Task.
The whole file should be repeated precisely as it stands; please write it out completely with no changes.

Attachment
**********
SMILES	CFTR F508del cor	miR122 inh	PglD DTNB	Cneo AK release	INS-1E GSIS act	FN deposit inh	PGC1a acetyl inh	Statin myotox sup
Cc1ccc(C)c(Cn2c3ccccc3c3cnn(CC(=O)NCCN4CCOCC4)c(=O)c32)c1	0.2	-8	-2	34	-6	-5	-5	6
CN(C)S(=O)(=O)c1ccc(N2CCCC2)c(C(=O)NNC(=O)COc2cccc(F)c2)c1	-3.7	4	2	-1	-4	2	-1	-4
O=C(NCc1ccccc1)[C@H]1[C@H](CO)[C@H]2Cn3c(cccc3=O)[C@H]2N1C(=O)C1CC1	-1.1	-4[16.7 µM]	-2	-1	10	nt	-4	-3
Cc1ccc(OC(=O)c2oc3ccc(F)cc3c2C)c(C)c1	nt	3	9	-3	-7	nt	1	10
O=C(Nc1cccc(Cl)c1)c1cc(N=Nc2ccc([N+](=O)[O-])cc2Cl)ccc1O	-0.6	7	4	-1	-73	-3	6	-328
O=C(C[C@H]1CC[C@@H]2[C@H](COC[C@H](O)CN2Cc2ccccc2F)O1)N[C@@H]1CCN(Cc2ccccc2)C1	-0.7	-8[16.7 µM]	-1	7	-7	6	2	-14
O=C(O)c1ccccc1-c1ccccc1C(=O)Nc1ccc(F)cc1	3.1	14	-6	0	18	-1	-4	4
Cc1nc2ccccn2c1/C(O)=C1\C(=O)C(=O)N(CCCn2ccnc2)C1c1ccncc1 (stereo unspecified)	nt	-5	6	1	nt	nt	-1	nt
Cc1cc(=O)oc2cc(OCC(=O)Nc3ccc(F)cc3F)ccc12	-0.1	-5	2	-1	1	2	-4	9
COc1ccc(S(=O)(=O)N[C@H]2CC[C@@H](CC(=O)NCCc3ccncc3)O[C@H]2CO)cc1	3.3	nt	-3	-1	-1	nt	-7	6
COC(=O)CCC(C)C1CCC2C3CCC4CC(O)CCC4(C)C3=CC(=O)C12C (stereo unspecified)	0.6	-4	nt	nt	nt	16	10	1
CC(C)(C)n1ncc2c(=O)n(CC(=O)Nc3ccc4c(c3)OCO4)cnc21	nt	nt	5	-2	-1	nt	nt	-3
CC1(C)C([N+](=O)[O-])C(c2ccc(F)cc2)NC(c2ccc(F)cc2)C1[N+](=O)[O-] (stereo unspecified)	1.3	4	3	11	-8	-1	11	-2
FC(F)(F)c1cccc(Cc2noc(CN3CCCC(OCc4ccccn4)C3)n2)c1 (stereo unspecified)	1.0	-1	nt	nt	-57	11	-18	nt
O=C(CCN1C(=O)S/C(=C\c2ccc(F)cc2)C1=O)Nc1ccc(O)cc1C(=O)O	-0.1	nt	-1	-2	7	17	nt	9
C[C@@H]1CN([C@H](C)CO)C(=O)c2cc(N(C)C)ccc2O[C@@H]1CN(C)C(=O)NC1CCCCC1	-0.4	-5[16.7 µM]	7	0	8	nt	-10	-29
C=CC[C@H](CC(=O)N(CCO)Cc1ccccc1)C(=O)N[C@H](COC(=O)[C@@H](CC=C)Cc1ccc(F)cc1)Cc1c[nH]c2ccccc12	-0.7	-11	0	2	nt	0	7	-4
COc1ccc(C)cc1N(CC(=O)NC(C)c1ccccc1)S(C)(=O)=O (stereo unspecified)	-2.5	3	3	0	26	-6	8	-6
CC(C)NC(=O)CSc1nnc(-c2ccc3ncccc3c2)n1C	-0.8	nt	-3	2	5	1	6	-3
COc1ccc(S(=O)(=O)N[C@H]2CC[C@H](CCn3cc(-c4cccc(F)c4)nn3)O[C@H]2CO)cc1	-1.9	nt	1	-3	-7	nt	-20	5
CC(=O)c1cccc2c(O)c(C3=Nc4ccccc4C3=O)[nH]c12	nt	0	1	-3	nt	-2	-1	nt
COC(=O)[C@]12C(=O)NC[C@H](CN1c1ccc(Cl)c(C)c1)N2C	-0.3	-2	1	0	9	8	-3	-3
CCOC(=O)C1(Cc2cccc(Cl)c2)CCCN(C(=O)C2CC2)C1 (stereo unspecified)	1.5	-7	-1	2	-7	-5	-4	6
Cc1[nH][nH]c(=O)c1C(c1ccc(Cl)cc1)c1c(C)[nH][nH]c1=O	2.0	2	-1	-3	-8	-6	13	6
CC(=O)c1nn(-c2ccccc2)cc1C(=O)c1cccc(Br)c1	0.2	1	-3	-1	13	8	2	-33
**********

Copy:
SMILES	CFTR F508del cor	miR122 inh	PglD DTNB	Cneo AK release	INS-1E GSIS act	FN deposit inh	PGC1a acetyl inh	Statin myotox sup
Cc1ccc(C)c(Cn2c3ccccc3c3cnn(CC(=O)NCCN4CCOCC4)c(=O)c32)c1	0.2	-8	-2	34	-6	-5	-5	6
CN(C)S(=O)(=O)c1ccc(N2CCCC2)c(C(=O)NNC(=O)COc2cccc(F)c2)c1	-3.7	4	2	-1	-4	2	-1	-4
O=C(NCc1ccccc1)[C@H]1[C@H](CO)[C@H]2Cn3c(cccc3=O)[C@H]2N1C(=O)C1CC1	-1.1	-4[16.7 µM]	-2	-1	10	nt	-4	-3
Cc1ccc(OC(=O)c2oc3ccc(F)cc3c2C)c(C)c1	nt	3	9	-3	-7	nt	1	10
O=C(Nc1cccc(Cl)c1)c1cc(N=Nc2ccc([N+](=O)[O-])cc2Cl)ccc1O	-0.6	7	4	-1	-73	-3	6	-328
O=C(C[C@H]1CC[C@@H]2[C@H](COC[C@H](O)CN2Cc2ccccc2F)O1)N[C@@H]1CCN(Cc2ccccc2)C1	-0.7	-8[16.7 µM]	-1	7	-7	6	2	-14
O=C(O)c1ccccc1-c1ccccc1C(=O)Nc1ccc(F)cc1	3.1	14	-6	0	18	-1	-4	4
Cc1nc2ccccn2c1/C(O)=C1\C(=O)C(=O)N(CCCn2ccnc2)C1c1ccncc1 (stereo unspecified)	nt	-5	6	1	nt	nt	-1	nt
Cc1cc(=O)oc2cc(OCC(=O)Nc3ccc(F)cc3F)ccc12	-0.1	-5	2	-1	1	2	-4	9
COc1ccc(S(=O)(=O)N[C@H]2CC[C@@H](CC(=O)NCCc3ccncc3)O[C@H]2CO)cc1	3.3	nt	-3	-1	-1	nt	-7	6
COC(=O)CCC(C)C1CCC2C3CCC4CC(O)CCC4(C)C3=CC(=O)C12C (stereo unspecified)	0.6	-4	nt	nt	nt	16	10	1
CC(C)(C)n1ncc2c(=O)n(CC(=O)Nc3ccc4c(c3)OCO4)cnc21	nt	nt	5	-2	-1	nt	nt	-3
CC1(C)C([N+](=O)[O-])C(c2ccc(F)cc2)NC(c2ccc(F)cc2)C1[N+](=O)[O-] (stereo unspecified)	1.3	4	3	11	-8	-1	11	-2
FC(F)(F)c1cccc(Cc2noc(CN3CCCC(OCc4ccccn4)C3)n2)c1 (stereo unspecified)	1.0	-1	nt	nt	-57	11	-18	nt
O=C(CCN1C(=O)S/C(=C\c2ccc(F)cc2)C1=O)Nc1ccc(O)cc1C(=O)O	-0.1	nt	-1	-2	7	17	nt	9
C[C@@H]1CN([C@H](C)CO)C(=O)c2cc(N(C)C)ccc2O[C@@H]1CN(C)C(=O)NC1CCCCC1	-0.4	-5[16.7 µM]	7	0	8	nt	-10	-29
C=CC[C@H](CC(=O)N(CCO)Cc1ccccc1)C(=O)N[C@H](COC(=O)[C@@H](CC=C)Cc1ccc(F)cc1)Cc1c[nH]c2ccccc12	-0.7	-11	0	2	nt	0	7	-4
COc1ccc(C)cc1N(CC(=O)NC(C)c1ccccc1)S(C)(=O)=O (stereo unspecified)	-2.5	3	3	0	26	-6	8	-6
CC(C)NC(=O)CSc1nnc(-c2ccc3ncccc3c2)n1C	-0.8	nt	-3	2	5	1	6	-3
COc1ccc(S(=O)(=O)N[C@H]2CC[C@H](CCn3cc(-c4cccc(F)c4)nn3)O[C@H]2CO)cc1	-1.9	nt	1	-3	-7	nt	-20	5
CC(=O)c1cccc2c(O)c(C3=Nc4ccccc4C3=O)[nH]c12	nt	0	1	-3	nt	-2	-1	nt
COC(=O)[C@]12C(=O)NC[C@H](CN1c1ccc(Cl)c(C)c1)N2C	-0.3	-2	1	0	9	8	-3	-3
CCOC(=O)C1(Cc2cccc(Cl)c2)CCCN(C(=O)C2CC2)C1 (stereo unspecified)	1.5	-7	-1	2	-7	-5	-4	6
Cc1[nH][nH]c(=O)c1C(c1ccc(Cl)cc1)c1c(C)[nH][nH]c1=O	2.0	2	-1	-3	-8	-6	13	6
CC(=O)c1nn(-c2ccccc2)cc1C(=O)c1cccc(Br)c1	0.2	1	-3	-1	13	8	2	-33